A jury has sided with two Issaquah police officers who were sued by the wife of a 66-year-old man who died after suffering a neck injury when he was detained by police investigating a 2018 domestic dispute.

A unanimous seven-member jury in U.S. District Court in Seattle sided with officers Michael Lucht and Kylen Whittom after eight days of testimony and a single day of deliberations about the circumstances surrounding the death of Wangsheng Leng.

Leng was hospitalized and underwent surgery for spinal cord decompression after falling limp when officers pushed him onto a couch and handcuffed him. He died a month after the incident.

The King County Medical Examiner ruled the death a homicide, stating that Leng had died as a result of complications from a “blunt force injury to the neck,” which “occurred in circumstances involving the use of physical restraint.”

The officers’ attorneys disputed Liping Yang’s lawsuit, which alleged the officers had used excessive force during her husband’s arrest. The defense argued Leng was frail and had health problems, unknown to the officers, that contributed to his death.

“The City of Issaquah is pleased the federal jury unanimously found the actions of its police officers were reasonable, necessary and lawful,” the officers’ attorneys, Shannon Ragonesi and Brian Augenthaler of the Seattle firm Keating McCormick Bucklin, said in a joint statement.

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“The facts proved, and the jury found, there was no excessive police force used in this case. Mr. Leng’s injury and eventual death would not have happened if he did not have serious, preexisting medical conditions that were completely unknown to the officers at the time the physical force was applied.”

David Owens, one of Yang’s attorneys, called the verdict “more than disappointing” and “a heartbreaking reminder that injustice perpetuates injustice.”

“It is a reminder that our court system can, and does, re-traumatize innocent people subject to arbitrary violence by the government,” Owens said in an email. “The verdict is not only wrong, it is trauma that our client and their family did not deserve and did not choose.

“An innocent man is dead, killed by the police, and left with little recourse. This should not be the case. So, while standing up to the court-sanctioned culture of violence at the core of policing is a difficult but not impossible task, the fight continues.”

The officers had responded to the couple’s apartment after a neighbor called police on Aug. 5, 2018, to report yelling and sounds of items being thrown next door.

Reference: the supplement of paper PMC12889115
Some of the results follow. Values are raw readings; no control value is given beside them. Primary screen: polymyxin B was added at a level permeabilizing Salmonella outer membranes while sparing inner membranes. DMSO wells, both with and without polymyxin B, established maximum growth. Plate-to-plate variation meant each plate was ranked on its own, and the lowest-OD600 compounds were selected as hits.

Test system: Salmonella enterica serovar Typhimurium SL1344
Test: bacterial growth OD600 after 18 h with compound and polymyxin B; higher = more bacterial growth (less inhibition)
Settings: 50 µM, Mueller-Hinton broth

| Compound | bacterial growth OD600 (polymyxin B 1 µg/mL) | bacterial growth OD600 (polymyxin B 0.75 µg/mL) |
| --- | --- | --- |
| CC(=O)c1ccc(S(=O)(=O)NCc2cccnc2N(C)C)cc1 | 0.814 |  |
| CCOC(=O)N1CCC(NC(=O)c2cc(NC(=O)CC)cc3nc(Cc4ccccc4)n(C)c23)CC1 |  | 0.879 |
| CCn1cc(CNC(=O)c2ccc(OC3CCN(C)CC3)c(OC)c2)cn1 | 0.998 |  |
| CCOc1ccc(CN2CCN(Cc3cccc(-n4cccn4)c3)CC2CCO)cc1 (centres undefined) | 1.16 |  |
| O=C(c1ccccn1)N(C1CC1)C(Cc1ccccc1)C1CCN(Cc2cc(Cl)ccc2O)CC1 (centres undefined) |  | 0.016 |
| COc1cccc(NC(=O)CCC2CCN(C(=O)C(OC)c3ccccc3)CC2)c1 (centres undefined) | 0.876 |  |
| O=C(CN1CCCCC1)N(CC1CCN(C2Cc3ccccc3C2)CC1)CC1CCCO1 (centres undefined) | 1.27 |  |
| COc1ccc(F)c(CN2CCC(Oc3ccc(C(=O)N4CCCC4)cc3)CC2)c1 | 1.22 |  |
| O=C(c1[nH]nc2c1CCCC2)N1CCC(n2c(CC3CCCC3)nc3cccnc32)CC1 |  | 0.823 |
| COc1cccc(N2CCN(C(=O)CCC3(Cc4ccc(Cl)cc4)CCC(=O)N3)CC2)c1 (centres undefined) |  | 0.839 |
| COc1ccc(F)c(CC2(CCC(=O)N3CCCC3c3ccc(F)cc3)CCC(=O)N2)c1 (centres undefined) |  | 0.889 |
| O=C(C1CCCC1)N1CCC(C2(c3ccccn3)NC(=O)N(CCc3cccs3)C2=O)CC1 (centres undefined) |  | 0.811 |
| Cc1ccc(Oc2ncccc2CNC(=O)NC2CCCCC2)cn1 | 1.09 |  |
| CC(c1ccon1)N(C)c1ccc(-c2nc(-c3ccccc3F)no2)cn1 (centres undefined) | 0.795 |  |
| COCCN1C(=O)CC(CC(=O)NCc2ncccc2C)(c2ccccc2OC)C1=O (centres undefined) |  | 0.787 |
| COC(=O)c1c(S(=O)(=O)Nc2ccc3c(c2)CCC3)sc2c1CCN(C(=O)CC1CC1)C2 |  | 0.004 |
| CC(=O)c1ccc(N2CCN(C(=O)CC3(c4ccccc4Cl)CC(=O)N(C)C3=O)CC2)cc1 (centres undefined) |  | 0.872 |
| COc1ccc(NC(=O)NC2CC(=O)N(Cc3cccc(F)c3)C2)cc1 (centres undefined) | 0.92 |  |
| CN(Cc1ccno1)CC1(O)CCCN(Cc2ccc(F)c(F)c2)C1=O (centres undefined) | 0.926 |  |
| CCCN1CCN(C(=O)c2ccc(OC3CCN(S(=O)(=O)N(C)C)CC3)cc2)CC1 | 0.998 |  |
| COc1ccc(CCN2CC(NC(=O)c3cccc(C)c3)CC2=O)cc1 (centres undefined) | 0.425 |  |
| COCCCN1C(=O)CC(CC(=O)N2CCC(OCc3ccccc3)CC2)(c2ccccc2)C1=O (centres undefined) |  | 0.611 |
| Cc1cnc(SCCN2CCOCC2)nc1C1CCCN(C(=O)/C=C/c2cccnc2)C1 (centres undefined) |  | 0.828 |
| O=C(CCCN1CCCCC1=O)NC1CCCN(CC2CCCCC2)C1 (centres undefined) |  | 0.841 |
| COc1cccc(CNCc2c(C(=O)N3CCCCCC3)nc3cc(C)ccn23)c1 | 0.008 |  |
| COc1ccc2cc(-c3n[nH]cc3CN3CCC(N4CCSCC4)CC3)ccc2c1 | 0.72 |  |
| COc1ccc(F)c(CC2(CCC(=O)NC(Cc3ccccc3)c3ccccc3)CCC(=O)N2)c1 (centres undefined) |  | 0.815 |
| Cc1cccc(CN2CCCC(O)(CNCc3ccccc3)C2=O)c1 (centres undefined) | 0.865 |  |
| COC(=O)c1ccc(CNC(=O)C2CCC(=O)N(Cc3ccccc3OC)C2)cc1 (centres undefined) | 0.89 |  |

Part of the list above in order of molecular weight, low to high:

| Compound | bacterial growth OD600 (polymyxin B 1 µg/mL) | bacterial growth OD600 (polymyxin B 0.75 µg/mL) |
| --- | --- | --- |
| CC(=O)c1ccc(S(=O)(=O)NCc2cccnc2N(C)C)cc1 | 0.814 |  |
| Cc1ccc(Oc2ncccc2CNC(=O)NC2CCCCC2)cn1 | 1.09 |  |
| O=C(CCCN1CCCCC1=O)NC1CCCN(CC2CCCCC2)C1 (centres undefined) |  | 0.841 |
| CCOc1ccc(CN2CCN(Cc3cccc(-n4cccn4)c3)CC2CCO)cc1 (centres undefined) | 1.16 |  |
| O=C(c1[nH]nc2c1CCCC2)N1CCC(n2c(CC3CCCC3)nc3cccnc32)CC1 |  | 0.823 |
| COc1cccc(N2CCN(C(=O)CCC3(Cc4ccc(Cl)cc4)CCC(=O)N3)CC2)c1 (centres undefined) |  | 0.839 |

The officers’ versions of the following events differed sharply from that of Yang.

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They said that when Yang opened the door, Leng was behind her, pulling on her shirt. Yang, in sworn testimony, said her husband, who had Alzheimer’s, stood behind but didn’t touch her. She said the officers’ claims that he had grabbed her were “not true,” according to the court file.

The officers contend that as they were trying to communicate with Yang, the door to the apartment began to close and Lucht decided to enter the home.

Lucht claimed that Leng came at him once he got inside the apartment. Yang has disputed that account, however, saying she invited the officers in and that nobody tried to close the door.

Yang said the officers grabbed her husband and pulled him toward a couch, where they pushed him face down and attempted to handcuff him, using their weight to hold him down, according to the pleadings.

In their police report, the officers said Leng was briefly detained but that he did not assault them and that no injuries resulted from the arrest. They insisted they used minimal force to restrain Leng and that they were gentle when they restrained him by putting him face down on the couch.

U.S. District Judge Thomas Zilly initially sent the case to trial, prompting the officers to file an appeal.

A three-judge panel from the 9th Circuit Court of Appeals later found the officers acted reasonably and legally in entering the home and deciding to briefly detain Yeng in handcuffs. The judges sent the case back to District Court, however, for a jury to determine whether the officers used excessive force during the arrest.